In the same way, as women of God, we have the opportunity and responsibility to put on the things of God every day. It takes a conscious decision. It takes intentional effort. Demonstrating the fruit of the spirit does not just happen. It doesn’t come naturally, as it’s contrary to our human nature. We have to develop and put on these characteristics, just as we have to put on foundation, eye shadow, mascara and eye liner. Like lipstick, we have to put on joy – put on a smile. And like lipstick, we have to reapply it every time it comes off throughout the day.
That one little thing – a smile – is the first thing most people notice about you. According to a survey conducted by Kelton Global on behalf of the American Academy of Cosmetic Dentistry, 48 percent of adults think a smile is the most memorable feature after they meet someone for the first time. In comparison, the spoken word only got 25 percent of respondents. The way someone dresses brought in only nine percent and the way someone smells raked in only eight percent of respondents.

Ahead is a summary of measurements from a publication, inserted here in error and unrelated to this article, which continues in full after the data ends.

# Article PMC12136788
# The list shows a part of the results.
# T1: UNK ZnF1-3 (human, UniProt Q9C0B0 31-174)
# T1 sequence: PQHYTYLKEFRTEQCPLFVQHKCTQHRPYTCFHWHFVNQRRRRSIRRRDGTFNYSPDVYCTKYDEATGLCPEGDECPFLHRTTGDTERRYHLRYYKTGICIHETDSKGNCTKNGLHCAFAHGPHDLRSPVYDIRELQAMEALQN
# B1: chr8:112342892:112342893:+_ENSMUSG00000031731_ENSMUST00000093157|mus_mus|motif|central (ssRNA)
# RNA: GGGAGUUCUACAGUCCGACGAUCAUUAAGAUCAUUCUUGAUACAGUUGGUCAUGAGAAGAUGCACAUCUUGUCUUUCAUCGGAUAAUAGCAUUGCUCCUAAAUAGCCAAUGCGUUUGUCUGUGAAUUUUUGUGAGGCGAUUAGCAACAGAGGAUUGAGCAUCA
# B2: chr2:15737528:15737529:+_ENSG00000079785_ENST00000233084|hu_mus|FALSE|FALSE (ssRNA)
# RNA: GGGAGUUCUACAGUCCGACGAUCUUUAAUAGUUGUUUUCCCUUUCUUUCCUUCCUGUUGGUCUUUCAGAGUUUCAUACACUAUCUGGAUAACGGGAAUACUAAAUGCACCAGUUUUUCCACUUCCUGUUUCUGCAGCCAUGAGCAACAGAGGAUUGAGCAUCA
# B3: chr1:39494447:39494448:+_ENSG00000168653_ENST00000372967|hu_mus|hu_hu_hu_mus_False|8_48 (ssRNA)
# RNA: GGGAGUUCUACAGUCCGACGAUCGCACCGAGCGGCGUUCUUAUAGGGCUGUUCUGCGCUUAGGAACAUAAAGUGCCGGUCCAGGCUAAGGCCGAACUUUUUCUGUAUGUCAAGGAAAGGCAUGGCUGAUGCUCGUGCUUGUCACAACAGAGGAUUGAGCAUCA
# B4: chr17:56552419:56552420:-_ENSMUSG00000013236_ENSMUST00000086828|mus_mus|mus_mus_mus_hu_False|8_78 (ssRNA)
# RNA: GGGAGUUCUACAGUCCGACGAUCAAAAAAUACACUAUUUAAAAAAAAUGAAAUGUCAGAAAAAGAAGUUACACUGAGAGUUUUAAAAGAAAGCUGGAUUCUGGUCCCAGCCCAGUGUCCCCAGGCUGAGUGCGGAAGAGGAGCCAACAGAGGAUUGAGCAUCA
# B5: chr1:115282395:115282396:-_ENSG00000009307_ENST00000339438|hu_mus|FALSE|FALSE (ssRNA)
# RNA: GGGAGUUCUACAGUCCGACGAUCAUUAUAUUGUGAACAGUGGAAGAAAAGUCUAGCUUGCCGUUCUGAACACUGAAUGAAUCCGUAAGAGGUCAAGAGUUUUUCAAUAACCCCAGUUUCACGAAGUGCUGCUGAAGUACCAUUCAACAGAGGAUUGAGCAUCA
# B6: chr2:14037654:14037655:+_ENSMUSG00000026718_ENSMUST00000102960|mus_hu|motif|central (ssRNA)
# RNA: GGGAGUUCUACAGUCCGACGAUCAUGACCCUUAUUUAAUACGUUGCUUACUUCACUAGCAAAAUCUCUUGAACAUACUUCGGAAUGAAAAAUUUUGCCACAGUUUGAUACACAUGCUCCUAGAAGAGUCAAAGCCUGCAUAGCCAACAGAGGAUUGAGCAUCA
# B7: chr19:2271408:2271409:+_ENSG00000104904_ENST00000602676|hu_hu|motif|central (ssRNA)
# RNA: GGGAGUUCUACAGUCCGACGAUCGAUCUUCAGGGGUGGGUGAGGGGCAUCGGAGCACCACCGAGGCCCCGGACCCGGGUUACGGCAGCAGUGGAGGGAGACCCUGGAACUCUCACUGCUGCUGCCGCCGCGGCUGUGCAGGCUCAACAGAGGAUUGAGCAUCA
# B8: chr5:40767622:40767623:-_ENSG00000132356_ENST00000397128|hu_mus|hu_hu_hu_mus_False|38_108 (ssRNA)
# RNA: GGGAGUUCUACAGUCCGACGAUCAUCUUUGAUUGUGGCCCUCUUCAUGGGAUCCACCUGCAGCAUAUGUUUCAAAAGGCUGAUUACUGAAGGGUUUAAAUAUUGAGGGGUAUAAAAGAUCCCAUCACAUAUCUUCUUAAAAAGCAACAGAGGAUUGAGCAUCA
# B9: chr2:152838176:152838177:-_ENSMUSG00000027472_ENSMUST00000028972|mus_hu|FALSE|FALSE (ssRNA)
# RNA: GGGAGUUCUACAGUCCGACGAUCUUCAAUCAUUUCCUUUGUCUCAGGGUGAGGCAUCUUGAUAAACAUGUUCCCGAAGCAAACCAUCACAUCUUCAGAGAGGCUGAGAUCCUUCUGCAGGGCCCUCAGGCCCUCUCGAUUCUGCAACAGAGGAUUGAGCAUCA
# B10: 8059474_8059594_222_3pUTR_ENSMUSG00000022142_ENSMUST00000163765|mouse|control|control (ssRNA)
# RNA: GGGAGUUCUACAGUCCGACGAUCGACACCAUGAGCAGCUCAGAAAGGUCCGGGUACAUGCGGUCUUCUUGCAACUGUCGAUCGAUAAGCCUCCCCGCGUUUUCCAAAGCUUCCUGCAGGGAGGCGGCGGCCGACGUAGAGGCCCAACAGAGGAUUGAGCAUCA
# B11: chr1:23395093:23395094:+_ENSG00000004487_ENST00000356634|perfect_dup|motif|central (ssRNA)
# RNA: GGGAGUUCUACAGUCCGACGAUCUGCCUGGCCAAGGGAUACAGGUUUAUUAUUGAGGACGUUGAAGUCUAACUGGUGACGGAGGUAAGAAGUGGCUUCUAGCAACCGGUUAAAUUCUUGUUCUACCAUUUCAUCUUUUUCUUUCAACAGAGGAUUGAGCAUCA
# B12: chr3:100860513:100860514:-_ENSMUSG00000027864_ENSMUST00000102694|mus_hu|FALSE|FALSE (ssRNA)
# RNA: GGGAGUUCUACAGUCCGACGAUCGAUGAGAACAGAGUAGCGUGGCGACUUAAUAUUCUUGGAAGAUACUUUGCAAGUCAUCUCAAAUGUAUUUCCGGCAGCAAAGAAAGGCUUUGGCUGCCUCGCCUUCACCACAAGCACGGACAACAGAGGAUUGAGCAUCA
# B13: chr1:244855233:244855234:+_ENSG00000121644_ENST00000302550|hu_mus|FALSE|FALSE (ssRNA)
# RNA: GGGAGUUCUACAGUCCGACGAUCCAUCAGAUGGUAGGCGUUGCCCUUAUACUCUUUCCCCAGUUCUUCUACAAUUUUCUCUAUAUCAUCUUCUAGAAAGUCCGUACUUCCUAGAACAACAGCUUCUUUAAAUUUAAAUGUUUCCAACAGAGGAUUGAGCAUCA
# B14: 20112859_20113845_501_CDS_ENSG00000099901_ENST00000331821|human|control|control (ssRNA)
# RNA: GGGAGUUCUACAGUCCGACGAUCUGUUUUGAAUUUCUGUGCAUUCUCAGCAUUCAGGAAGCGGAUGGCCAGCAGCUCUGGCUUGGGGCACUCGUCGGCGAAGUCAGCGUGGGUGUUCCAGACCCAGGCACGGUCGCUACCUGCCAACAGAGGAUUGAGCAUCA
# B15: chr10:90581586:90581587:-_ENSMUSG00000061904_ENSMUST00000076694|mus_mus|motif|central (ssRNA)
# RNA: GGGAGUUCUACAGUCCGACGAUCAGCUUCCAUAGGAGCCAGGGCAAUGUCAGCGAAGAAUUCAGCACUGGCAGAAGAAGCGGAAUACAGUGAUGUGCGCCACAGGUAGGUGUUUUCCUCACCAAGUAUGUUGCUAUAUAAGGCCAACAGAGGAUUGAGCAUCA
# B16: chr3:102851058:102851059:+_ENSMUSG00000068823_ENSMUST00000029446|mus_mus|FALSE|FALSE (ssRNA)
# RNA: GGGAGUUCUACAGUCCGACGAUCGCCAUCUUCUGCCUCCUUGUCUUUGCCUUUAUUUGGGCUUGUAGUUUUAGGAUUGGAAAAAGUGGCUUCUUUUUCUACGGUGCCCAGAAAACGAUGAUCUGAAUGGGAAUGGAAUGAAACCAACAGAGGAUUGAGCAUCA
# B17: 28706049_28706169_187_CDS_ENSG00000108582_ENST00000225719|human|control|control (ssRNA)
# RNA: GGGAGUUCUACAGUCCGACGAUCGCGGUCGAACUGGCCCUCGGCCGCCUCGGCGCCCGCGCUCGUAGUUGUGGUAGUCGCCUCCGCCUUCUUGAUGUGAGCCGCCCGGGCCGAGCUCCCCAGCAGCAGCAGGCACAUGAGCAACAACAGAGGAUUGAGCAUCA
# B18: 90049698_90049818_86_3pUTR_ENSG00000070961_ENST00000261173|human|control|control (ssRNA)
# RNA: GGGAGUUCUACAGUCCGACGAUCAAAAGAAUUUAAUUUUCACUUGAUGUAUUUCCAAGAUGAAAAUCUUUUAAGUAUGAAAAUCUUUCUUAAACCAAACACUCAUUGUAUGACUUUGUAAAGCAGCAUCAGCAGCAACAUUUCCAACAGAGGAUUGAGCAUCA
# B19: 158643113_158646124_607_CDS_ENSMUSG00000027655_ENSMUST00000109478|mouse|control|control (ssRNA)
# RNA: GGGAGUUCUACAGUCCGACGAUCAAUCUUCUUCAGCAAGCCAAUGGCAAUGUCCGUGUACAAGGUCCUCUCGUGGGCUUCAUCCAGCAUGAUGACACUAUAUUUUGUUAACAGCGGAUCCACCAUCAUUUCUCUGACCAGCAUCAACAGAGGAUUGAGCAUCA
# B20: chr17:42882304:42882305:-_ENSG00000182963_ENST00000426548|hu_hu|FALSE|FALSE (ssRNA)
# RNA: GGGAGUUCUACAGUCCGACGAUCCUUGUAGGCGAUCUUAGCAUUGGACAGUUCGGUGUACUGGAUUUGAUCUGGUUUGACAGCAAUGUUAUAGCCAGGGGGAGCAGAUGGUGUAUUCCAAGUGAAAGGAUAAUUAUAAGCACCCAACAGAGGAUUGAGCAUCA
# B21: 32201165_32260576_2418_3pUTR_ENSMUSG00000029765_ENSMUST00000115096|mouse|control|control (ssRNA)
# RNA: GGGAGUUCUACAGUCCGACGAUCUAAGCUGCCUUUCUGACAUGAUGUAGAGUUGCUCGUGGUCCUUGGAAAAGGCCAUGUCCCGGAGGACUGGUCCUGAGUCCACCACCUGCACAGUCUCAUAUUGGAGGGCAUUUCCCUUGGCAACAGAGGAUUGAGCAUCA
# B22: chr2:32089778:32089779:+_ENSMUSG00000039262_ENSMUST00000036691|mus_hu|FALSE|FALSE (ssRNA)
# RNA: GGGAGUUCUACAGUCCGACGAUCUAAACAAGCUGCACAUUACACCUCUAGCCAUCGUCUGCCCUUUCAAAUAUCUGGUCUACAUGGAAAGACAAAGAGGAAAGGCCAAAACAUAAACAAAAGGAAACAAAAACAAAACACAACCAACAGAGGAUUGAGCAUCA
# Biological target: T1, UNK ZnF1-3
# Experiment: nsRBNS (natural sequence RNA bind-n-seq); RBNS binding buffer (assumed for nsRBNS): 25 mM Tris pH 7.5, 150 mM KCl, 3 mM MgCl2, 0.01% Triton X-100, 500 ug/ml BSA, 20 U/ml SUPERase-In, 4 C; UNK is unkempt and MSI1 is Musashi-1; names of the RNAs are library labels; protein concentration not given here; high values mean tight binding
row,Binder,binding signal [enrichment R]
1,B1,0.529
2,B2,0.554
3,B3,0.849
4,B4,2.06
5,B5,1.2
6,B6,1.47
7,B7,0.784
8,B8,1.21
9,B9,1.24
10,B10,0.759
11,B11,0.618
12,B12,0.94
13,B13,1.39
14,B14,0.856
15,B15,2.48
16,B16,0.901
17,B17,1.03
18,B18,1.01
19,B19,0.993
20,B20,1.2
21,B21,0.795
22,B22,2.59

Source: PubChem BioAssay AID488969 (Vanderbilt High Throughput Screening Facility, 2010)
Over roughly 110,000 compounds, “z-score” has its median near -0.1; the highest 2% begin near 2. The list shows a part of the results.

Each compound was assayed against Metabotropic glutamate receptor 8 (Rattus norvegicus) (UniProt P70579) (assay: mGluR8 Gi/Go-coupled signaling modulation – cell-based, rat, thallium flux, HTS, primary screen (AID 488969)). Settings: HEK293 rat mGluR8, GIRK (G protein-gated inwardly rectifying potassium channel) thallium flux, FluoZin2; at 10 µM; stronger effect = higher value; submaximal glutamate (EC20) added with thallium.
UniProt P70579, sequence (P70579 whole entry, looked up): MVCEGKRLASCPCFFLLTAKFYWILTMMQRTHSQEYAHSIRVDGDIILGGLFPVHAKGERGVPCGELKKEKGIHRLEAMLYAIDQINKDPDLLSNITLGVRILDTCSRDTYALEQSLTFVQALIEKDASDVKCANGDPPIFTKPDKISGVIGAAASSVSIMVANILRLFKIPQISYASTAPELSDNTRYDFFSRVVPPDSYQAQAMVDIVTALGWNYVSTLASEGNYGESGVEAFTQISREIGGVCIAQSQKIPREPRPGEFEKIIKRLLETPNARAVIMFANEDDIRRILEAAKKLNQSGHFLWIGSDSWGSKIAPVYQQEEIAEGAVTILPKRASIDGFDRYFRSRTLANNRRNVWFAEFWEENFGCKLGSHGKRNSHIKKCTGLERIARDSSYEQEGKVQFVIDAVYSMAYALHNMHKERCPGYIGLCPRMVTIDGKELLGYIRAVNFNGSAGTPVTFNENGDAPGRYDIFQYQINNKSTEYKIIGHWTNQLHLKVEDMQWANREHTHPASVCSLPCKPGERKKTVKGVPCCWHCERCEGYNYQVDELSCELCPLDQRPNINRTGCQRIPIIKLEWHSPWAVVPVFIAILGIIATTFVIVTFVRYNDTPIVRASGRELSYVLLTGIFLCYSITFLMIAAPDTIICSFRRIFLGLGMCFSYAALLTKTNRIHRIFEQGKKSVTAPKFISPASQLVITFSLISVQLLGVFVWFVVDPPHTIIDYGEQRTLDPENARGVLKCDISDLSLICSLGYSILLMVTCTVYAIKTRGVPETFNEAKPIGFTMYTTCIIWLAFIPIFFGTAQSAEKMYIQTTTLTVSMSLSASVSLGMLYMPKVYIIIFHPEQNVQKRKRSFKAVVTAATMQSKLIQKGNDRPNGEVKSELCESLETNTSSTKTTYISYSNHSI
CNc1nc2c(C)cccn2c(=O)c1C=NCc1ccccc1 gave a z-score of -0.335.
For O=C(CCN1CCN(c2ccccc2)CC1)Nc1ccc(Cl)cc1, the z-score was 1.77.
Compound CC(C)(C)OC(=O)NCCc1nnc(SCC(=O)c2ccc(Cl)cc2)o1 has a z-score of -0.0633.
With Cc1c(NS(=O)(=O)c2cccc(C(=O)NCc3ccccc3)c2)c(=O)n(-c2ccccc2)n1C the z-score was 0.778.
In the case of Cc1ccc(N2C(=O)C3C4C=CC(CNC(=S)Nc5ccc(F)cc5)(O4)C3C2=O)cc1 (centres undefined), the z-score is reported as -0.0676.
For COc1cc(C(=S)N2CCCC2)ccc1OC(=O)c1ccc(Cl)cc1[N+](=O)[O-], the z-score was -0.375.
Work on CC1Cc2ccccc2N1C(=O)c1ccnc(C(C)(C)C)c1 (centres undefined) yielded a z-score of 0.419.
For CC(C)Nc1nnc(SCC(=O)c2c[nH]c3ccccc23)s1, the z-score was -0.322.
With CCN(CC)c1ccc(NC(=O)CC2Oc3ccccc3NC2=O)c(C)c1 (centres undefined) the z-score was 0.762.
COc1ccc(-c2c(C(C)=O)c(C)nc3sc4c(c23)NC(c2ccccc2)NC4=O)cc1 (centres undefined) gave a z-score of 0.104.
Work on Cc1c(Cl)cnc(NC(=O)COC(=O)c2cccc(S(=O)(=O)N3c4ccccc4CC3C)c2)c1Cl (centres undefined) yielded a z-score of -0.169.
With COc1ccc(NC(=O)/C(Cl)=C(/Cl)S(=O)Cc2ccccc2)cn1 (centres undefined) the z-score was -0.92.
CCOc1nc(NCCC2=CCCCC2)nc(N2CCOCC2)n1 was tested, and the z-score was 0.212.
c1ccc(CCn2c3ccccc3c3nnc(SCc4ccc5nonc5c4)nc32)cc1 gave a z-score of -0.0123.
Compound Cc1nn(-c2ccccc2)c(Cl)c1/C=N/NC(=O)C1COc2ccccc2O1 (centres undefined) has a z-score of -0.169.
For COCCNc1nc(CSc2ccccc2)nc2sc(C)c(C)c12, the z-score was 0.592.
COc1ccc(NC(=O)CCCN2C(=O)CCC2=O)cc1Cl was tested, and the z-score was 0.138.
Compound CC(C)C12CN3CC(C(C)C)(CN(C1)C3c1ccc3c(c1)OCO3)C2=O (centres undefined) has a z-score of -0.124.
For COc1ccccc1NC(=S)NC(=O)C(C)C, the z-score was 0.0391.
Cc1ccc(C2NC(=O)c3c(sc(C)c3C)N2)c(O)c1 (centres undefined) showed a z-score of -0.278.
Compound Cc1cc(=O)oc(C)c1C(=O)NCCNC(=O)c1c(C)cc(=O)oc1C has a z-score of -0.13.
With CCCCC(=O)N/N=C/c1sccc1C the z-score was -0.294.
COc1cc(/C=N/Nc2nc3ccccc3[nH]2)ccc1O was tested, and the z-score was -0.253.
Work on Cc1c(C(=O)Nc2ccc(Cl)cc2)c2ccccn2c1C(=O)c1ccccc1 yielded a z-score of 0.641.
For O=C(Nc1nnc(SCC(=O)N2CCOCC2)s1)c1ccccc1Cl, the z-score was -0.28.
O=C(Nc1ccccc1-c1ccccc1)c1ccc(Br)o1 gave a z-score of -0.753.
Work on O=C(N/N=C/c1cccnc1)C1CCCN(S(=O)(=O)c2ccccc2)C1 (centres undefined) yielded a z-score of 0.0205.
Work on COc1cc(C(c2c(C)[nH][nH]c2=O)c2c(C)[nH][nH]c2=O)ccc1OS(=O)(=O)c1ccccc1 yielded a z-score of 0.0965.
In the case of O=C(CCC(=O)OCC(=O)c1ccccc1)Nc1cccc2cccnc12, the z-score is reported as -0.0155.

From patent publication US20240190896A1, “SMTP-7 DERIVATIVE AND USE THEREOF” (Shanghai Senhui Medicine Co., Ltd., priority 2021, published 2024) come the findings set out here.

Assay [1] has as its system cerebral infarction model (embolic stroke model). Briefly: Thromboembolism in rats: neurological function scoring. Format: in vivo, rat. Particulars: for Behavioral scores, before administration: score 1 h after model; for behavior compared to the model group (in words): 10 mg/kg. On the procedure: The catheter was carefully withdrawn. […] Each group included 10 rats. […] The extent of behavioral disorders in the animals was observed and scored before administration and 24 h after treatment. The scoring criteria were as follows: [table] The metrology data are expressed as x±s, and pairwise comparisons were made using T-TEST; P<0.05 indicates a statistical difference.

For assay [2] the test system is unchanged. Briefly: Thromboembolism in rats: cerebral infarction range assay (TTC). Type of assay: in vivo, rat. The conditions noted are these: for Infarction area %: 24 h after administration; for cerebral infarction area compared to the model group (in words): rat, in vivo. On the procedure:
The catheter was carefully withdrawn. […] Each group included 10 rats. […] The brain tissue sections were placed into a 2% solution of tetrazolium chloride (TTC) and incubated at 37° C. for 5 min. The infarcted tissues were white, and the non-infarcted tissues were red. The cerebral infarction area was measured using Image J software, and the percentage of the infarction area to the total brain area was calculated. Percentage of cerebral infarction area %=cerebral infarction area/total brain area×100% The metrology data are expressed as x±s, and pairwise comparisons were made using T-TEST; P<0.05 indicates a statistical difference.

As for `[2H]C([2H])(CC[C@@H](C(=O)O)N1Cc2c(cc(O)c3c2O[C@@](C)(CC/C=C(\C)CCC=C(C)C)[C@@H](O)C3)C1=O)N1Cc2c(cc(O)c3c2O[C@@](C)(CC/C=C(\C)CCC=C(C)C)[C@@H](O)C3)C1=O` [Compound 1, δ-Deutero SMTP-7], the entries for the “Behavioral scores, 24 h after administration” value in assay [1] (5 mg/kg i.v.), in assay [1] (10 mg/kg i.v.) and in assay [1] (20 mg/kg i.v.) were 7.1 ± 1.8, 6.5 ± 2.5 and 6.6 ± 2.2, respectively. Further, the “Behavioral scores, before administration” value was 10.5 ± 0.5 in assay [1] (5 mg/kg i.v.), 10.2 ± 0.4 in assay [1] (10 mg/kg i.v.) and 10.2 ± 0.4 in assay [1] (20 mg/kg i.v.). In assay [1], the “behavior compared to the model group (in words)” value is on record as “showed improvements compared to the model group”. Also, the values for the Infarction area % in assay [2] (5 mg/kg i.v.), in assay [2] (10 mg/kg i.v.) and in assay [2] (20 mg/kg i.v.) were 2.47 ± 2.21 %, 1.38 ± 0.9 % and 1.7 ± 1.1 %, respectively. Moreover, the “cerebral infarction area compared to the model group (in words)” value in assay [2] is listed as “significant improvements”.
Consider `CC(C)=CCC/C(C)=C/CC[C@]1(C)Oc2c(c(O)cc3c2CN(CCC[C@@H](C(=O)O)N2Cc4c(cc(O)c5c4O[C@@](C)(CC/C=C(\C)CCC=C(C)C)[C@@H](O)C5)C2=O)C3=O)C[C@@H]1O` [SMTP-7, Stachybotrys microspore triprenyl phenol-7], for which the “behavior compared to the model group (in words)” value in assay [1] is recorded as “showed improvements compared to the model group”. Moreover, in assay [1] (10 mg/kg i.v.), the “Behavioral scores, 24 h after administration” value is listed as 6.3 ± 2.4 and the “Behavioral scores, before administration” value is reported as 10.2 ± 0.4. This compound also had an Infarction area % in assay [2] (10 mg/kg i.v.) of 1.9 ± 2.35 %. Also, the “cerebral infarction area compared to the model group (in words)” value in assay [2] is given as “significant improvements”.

So, next time you spend fifteen minutes deciding what to wear or half an hour picking out the right perfume and lotion, remember that the one thing that people will notice and remember about you more than anything else is the easiest thing to put on – your smile. And yet, it takes intentionality to choose happiness and to put that smile on, just like it does to get dressed and apply your cosmetics. (Read more about choosing happiness here…)
So, this week, every time you take a moment to put on your lipstick, make sure you’re putting a smile on, too. And every morning when you get ready for the day, be intentional about putting on joy and the things of God as well. It’s not only the most beautiful thing you can wear, but it’s something you can share with everyone around you.
“Every time you smile at someone it is an action of love, a gift to that person, a beautiful thing.” Mother Theresa
This is the third blog in an eight week series on happiness. To make sure you don’t miss the next five, sign up for my newsletter!